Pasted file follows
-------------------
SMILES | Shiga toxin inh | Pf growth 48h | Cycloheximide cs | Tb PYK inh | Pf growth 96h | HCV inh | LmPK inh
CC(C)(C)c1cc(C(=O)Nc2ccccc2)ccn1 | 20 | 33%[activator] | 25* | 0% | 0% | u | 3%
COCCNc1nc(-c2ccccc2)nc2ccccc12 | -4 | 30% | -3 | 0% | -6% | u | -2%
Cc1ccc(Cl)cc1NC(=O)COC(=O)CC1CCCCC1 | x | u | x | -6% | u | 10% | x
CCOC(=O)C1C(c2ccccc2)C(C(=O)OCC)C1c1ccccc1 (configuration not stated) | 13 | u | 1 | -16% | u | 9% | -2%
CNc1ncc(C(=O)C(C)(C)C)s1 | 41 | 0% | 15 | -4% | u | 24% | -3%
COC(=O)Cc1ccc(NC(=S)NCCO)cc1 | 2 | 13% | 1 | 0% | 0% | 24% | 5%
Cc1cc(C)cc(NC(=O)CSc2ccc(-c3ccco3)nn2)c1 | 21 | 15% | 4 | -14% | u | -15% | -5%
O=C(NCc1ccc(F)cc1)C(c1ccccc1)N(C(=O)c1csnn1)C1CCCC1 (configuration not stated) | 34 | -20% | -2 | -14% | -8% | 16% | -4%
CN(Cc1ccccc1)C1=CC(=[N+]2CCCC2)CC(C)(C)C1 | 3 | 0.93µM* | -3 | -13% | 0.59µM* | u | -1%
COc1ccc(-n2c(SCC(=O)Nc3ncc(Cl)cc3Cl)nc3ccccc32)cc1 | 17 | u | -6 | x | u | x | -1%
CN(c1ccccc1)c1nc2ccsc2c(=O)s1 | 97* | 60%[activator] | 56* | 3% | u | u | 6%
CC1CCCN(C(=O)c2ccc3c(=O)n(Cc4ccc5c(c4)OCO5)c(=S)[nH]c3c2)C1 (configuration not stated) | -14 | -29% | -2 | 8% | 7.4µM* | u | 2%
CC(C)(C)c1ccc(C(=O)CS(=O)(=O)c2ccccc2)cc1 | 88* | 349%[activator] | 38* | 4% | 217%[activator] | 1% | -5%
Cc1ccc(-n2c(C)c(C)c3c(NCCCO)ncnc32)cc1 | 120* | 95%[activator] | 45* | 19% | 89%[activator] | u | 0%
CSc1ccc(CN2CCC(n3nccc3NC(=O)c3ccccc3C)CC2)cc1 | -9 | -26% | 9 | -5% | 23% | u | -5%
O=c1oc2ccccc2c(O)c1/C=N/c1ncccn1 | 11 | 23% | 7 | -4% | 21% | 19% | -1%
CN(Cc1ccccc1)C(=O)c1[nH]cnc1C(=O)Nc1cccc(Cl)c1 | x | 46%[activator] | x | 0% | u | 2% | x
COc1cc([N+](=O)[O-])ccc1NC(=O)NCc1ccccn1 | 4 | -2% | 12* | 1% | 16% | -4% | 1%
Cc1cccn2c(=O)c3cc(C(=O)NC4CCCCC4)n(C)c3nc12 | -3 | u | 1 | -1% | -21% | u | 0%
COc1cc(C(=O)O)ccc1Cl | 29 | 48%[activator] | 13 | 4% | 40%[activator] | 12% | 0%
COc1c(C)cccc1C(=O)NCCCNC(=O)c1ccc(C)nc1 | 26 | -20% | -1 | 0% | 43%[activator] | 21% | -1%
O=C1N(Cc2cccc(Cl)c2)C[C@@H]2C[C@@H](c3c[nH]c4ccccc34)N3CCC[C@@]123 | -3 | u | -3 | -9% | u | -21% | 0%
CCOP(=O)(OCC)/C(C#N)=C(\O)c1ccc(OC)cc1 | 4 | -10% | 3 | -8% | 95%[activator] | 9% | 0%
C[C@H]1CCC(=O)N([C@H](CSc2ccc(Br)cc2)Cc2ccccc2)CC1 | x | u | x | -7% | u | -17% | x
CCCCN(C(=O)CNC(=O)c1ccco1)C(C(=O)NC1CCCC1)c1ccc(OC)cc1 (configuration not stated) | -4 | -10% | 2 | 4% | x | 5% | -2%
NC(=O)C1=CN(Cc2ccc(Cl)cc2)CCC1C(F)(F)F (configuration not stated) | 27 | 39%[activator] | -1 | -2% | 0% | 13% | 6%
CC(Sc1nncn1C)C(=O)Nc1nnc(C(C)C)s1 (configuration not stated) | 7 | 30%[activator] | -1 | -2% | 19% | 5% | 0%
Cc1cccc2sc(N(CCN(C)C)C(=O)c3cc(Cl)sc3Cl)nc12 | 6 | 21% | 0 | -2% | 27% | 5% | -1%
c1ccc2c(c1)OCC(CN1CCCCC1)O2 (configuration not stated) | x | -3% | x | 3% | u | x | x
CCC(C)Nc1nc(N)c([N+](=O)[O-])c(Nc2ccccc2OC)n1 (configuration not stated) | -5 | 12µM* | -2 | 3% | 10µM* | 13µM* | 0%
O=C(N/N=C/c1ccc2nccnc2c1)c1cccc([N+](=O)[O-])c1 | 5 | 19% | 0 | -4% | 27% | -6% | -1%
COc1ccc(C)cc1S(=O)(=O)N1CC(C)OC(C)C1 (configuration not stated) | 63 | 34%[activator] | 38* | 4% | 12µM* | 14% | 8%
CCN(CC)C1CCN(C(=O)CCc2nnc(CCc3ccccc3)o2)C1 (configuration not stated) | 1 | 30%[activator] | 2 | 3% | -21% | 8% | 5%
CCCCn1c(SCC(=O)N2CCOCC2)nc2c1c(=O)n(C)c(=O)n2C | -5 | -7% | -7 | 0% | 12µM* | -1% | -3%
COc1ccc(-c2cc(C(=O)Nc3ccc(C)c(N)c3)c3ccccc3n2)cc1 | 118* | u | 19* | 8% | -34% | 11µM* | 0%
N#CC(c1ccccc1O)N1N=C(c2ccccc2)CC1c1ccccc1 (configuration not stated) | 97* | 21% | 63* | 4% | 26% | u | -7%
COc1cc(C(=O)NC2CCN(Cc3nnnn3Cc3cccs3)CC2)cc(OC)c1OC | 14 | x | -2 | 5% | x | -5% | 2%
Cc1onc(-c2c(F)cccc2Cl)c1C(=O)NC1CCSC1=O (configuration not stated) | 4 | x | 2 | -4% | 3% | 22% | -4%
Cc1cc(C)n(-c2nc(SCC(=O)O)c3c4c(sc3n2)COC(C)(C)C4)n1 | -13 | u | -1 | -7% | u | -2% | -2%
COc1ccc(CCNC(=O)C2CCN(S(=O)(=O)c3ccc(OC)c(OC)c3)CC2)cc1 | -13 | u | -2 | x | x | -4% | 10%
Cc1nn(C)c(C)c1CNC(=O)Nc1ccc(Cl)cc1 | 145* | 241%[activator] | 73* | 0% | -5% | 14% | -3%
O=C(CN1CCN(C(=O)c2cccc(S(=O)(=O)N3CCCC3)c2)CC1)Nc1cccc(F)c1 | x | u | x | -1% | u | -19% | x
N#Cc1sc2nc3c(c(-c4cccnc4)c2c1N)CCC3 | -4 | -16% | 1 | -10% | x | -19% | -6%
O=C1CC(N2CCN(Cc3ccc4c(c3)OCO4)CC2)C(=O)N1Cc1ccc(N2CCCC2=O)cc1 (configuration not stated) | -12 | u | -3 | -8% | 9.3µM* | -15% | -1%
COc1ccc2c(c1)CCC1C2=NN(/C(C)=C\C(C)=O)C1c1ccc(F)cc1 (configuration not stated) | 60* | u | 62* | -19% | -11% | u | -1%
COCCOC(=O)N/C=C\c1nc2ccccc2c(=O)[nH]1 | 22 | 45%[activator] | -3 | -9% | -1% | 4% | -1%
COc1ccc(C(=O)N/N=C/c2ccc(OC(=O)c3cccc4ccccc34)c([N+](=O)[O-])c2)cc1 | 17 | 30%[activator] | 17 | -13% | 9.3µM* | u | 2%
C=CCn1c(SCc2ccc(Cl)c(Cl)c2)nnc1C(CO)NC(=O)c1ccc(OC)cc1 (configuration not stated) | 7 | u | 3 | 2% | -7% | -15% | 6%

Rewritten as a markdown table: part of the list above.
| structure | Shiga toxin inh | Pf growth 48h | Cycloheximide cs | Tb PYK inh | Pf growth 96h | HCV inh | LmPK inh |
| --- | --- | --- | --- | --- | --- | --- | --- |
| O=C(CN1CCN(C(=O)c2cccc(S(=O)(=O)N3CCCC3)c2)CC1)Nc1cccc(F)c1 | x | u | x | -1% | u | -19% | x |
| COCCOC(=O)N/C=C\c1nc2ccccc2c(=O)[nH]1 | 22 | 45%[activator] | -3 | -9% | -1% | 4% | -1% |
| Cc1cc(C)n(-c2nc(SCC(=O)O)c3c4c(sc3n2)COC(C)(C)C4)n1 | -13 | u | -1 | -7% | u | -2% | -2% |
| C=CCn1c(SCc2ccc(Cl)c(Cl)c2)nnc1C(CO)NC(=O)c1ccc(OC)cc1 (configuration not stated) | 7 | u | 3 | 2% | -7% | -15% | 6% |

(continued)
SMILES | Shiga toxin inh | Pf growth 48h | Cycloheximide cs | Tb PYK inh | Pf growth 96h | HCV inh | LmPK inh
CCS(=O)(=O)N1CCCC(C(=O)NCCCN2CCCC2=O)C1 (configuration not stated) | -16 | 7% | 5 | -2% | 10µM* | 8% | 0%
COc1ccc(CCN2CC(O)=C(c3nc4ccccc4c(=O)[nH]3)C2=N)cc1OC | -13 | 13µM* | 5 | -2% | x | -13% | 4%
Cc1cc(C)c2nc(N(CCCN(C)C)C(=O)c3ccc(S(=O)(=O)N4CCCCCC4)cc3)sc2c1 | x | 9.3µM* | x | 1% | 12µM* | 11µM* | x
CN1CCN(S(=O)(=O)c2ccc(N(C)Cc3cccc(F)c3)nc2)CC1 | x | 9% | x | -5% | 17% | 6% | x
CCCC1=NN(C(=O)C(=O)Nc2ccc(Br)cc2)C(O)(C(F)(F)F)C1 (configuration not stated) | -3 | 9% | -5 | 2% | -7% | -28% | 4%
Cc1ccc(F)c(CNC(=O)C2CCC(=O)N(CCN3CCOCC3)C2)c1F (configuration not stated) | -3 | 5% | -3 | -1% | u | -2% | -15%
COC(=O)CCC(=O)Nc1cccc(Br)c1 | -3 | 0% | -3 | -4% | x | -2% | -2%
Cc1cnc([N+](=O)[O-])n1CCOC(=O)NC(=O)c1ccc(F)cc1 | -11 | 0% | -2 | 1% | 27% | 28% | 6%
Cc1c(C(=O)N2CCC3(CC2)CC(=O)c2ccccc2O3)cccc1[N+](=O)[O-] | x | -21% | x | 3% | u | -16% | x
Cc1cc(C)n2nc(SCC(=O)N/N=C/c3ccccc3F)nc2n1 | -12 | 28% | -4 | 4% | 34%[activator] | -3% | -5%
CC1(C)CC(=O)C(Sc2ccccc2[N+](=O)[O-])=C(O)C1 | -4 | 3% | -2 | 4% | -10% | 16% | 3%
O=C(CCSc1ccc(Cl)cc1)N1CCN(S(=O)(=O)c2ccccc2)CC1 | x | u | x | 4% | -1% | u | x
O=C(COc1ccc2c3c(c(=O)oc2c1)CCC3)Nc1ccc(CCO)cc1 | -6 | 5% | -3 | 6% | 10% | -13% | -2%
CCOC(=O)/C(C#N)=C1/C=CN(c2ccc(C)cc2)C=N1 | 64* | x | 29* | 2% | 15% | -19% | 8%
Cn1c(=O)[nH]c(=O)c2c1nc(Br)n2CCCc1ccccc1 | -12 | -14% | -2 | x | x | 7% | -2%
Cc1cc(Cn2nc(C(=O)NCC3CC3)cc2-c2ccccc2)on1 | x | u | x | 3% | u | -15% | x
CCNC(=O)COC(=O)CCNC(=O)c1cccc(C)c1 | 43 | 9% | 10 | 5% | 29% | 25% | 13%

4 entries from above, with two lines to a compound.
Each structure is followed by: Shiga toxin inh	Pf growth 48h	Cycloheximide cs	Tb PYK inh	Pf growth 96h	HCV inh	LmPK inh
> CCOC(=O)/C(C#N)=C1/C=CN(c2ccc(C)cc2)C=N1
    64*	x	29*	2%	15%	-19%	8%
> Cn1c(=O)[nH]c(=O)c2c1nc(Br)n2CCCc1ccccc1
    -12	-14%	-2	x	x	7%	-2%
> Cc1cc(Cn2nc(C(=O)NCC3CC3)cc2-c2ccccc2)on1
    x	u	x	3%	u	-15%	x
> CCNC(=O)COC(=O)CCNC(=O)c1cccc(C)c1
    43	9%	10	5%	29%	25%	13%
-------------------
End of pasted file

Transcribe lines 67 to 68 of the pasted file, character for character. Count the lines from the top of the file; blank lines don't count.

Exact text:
Cc1c(C(=O)N2CCC3(CC2)CC(=O)c2ccccc2O3)cccc1[N+](=O)[O-] | x | -21% | x | 3% | u | -16% | x
Cc1cc(C)n2nc(SCC(=O)N/N=C/c3ccccc3F)nc2n1 | -12 | 28% | -4 | 4% | 34%[activator] | -3% | -5%